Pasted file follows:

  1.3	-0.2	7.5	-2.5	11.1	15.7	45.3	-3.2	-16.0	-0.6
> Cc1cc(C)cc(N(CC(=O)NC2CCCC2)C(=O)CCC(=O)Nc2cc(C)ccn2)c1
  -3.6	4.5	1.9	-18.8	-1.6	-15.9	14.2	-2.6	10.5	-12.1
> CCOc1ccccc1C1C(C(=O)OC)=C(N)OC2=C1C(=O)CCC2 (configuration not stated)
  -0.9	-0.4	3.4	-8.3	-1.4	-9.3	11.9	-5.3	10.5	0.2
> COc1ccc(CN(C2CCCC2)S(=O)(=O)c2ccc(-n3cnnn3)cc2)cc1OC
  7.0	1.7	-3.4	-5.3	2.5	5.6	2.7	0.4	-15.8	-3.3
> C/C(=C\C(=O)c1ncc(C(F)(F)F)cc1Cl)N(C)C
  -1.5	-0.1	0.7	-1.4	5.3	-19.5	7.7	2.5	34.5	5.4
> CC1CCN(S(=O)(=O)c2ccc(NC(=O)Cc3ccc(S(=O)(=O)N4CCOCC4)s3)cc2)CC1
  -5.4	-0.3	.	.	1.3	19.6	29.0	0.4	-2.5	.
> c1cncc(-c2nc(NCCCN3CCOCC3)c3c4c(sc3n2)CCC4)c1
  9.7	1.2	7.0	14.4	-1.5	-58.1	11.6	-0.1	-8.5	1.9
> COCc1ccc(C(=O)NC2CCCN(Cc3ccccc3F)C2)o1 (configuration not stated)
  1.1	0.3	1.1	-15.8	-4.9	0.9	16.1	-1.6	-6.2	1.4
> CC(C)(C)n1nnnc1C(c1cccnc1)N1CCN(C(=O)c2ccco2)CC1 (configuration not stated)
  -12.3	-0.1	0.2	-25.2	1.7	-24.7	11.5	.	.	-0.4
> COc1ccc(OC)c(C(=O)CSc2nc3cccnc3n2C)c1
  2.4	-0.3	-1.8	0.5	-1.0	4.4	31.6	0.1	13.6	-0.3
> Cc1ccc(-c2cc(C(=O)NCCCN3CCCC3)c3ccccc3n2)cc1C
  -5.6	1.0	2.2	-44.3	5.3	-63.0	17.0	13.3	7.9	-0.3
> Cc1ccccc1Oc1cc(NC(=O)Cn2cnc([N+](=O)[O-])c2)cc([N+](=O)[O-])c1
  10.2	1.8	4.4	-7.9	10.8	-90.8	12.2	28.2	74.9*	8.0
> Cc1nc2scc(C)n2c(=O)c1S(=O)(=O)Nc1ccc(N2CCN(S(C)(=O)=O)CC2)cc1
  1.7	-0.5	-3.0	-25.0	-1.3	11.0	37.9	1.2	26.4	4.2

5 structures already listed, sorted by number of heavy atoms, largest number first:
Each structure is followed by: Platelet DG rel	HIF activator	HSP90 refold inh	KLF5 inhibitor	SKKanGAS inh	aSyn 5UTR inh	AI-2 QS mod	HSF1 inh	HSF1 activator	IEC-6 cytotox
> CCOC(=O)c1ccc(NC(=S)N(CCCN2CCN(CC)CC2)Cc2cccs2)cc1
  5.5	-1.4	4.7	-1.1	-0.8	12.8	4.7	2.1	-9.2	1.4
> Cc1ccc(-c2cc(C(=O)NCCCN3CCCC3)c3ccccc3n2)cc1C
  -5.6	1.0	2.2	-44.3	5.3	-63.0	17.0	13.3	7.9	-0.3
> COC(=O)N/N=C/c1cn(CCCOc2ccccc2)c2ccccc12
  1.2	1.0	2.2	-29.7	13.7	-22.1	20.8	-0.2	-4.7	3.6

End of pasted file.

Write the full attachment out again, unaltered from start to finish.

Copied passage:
  1.3	-0.2	7.5	-2.5	11.1	15.7	45.3	-3.2	-16.0	-0.6
> Cc1cc(C)cc(N(CC(=O)NC2CCCC2)C(=O)CCC(=O)Nc2cc(C)ccn2)c1
  -3.6	4.5	1.9	-18.8	-1.6	-15.9	14.2	-2.6	10.5	-12.1
> CCOc1ccccc1C1C(C(=O)OC)=C(N)OC2=C1C(=O)CCC2 (configuration not stated)
  -0.9	-0.4	3.4	-8.3	-1.4	-9.3	11.9	-5.3	10.5	0.2
> COc1ccc(CN(C2CCCC2)S(=O)(=O)c2ccc(-n3cnnn3)cc2)cc1OC
  7.0	1.7	-3.4	-5.3	2.5	5.6	2.7	0.4	-15.8	-3.3
> C/C(=C\C(=O)c1ncc(C(F)(F)F)cc1Cl)N(C)C
  -1.5	-0.1	0.7	-1.4	5.3	-19.5	7.7	2.5	34.5	5.4
> CC1CCN(S(=O)(=O)c2ccc(NC(=O)Cc3ccc(S(=O)(=O)N4CCOCC4)s3)cc2)CC1
  -5.4	-0.3	.	.	1.3	19.6	29.0	0.4	-2.5	.
> c1cncc(-c2nc(NCCCN3CCOCC3)c3c4c(sc3n2)CCC4)c1
  9.7	1.2	7.0	14.4	-1.5	-58.1	11.6	-0.1	-8.5	1.9
> COCc1ccc(C(=O)NC2CCCN(Cc3ccccc3F)C2)o1 (configuration not stated)
  1.1	0.3	1.1	-15.8	-4.9	0.9	16.1	-1.6	-6.2	1.4
> CC(C)(C)n1nnnc1C(c1cccnc1)N1CCN(C(=O)c2ccco2)CC1 (configuration not stated)
  -12.3	-0.1	0.2	-25.2	1.7	-24.7	11.5	.	.	-0.4
> COc1ccc(OC)c(C(=O)CSc2nc3cccnc3n2C)c1
  2.4	-0.3	-1.8	0.5	-1.0	4.4	31.6	0.1	13.6	-0.3
> Cc1ccc(-c2cc(C(=O)NCCCN3CCCC3)c3ccccc3n2)cc1C
  -5.6	1.0	2.2	-44.3	5.3	-63.0	17.0	13.3	7.9	-0.3
> Cc1ccccc1Oc1cc(NC(=O)Cn2cnc([N+](=O)[O-])c2)cc([N+](=O)[O-])c1
  10.2	1.8	4.4	-7.9	10.8	-90.8	12.2	28.2	74.9*	8.0
> Cc1nc2scc(C)n2c(=O)c1S(=O)(=O)Nc1ccc(N2CCN(S(C)(=O)=O)CC2)cc1
  1.7	-0.5	-3.0	-25.0	-1.3	11.0	37.9	1.2	26.4	4.2

5 structures already listed, sorted by number of heavy atoms, largest number first:
Each structure is followed by: Platelet DG rel	HIF activator	HSP90 refold inh	KLF5 inhibitor	SKKanGAS inh	aSyn 5UTR inh	AI-2 QS mod	HSF1 inh	HSF1 activator	IEC-6 cytotox
> CCOC(=O)c1ccc(NC(=S)N(CCCN2CCN(CC)CC2)Cc2cccs2)cc1
  5.5	-1.4	4.7	-1.1	-0.8	12.8	4.7	2.1	-9.2	1.4
> Cc1ccc(-c2cc(C(=O)NCCCN3CCCC3)c3ccccc3n2)cc1C
  -5.6	1.0	2.2	-44.3	5.3	-63.0	17.0	13.3	7.9	-0.3
> COC(=O)N/N=C/c1cn(CCCOc2ccccc2)c2ccccc12
  1.2	1.0	2.2	-29.7	13.7	-22.1	20.8	-0.2	-4.7	3.6